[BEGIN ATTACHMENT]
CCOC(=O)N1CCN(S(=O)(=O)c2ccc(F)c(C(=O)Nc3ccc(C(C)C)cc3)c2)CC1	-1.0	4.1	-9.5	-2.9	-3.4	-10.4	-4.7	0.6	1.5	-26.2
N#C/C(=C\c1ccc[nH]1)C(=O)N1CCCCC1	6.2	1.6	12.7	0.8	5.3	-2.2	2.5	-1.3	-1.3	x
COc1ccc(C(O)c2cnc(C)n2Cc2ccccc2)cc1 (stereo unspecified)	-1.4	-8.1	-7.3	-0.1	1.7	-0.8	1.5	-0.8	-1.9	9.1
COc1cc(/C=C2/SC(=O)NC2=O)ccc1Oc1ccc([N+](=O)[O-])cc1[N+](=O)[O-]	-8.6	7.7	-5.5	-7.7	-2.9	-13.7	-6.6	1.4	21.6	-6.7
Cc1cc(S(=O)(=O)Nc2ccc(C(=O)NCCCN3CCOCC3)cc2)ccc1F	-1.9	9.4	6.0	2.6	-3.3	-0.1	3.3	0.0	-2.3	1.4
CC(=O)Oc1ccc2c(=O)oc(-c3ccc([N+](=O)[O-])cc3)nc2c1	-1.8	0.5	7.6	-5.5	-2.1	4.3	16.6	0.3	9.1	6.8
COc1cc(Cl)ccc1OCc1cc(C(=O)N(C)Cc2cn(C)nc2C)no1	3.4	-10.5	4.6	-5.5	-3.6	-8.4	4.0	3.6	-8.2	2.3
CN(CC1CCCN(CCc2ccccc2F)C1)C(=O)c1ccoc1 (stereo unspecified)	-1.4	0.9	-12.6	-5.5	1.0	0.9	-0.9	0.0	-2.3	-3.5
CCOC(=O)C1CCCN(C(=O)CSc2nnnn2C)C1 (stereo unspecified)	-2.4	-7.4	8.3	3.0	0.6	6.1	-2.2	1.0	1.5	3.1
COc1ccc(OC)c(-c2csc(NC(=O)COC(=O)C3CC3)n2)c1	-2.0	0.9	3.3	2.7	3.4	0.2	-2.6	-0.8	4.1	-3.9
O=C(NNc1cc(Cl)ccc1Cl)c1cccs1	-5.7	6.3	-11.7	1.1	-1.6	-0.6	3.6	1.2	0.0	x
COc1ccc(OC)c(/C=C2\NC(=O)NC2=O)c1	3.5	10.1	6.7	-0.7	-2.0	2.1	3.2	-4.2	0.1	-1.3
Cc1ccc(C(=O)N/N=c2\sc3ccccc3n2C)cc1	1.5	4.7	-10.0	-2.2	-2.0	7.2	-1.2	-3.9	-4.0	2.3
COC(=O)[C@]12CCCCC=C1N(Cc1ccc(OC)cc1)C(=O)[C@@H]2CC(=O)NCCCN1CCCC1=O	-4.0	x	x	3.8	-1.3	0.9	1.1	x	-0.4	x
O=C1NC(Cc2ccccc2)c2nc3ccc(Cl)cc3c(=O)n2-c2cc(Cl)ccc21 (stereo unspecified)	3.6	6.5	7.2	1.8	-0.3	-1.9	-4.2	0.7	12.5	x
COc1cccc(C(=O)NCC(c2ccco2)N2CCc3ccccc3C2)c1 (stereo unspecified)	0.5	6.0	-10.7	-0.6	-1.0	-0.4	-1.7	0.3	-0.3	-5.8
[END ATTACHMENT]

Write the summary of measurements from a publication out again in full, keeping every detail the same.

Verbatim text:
CCOC(=O)N1CCN(S(=O)(=O)c2ccc(F)c(C(=O)Nc3ccc(C(C)C)cc3)c2)CC1	-1.0	4.1	-9.5	-2.9	-3.4	-10.4	-4.7	0.6	1.5	-26.2
N#C/C(=C\c1ccc[nH]1)C(=O)N1CCCCC1	6.2	1.6	12.7	0.8	5.3	-2.2	2.5	-1.3	-1.3	x
COc1ccc(C(O)c2cnc(C)n2Cc2ccccc2)cc1 (stereo unspecified)	-1.4	-8.1	-7.3	-0.1	1.7	-0.8	1.5	-0.8	-1.9	9.1
COc1cc(/C=C2/SC(=O)NC2=O)ccc1Oc1ccc([N+](=O)[O-])cc1[N+](=O)[O-]	-8.6	7.7	-5.5	-7.7	-2.9	-13.7	-6.6	1.4	21.6	-6.7
Cc1cc(S(=O)(=O)Nc2ccc(C(=O)NCCCN3CCOCC3)cc2)ccc1F	-1.9	9.4	6.0	2.6	-3.3	-0.1	3.3	0.0	-2.3	1.4
CC(=O)Oc1ccc2c(=O)oc(-c3ccc([N+](=O)[O-])cc3)nc2c1	-1.8	0.5	7.6	-5.5	-2.1	4.3	16.6	0.3	9.1	6.8
COc1cc(Cl)ccc1OCc1cc(C(=O)N(C)Cc2cn(C)nc2C)no1	3.4	-10.5	4.6	-5.5	-3.6	-8.4	4.0	3.6	-8.2	2.3
CN(CC1CCCN(CCc2ccccc2F)C1)C(=O)c1ccoc1 (stereo unspecified)	-1.4	0.9	-12.6	-5.5	1.0	0.9	-0.9	0.0	-2.3	-3.5
CCOC(=O)C1CCCN(C(=O)CSc2nnnn2C)C1 (stereo unspecified)	-2.4	-7.4	8.3	3.0	0.6	6.1	-2.2	1.0	1.5	3.1
COc1ccc(OC)c(-c2csc(NC(=O)COC(=O)C3CC3)n2)c1	-2.0	0.9	3.3	2.7	3.4	0.2	-2.6	-0.8	4.1	-3.9
O=C(NNc1cc(Cl)ccc1Cl)c1cccs1	-5.7	6.3	-11.7	1.1	-1.6	-0.6	3.6	1.2	0.0	x
COc1ccc(OC)c(/C=C2\NC(=O)NC2=O)c1	3.5	10.1	6.7	-0.7	-2.0	2.1	3.2	-4.2	0.1	-1.3
Cc1ccc(C(=O)N/N=c2\sc3ccccc3n2C)cc1	1.5	4.7	-10.0	-2.2	-2.0	7.2	-1.2	-3.9	-4.0	2.3
COC(=O)[C@]12CCCCC=C1N(Cc1ccc(OC)cc1)C(=O)[C@@H]2CC(=O)NCCCN1CCCC1=O	-4.0	x	x	3.8	-1.3	0.9	1.1	x	-0.4	x
O=C1NC(Cc2ccccc2)c2nc3ccc(Cl)cc3c(=O)n2-c2cc(Cl)ccc21 (stereo unspecified)	3.6	6.5	7.2	1.8	-0.3	-1.9	-4.2	0.7	12.5	x
COc1cccc(C(=O)NCC(c2ccco2)N2CCc3ccccc3C2)c1 (stereo unspecified)	0.5	6.0	-10.7	-0.6	-1.0	-0.4	-1.7	0.3	-0.3	-5.8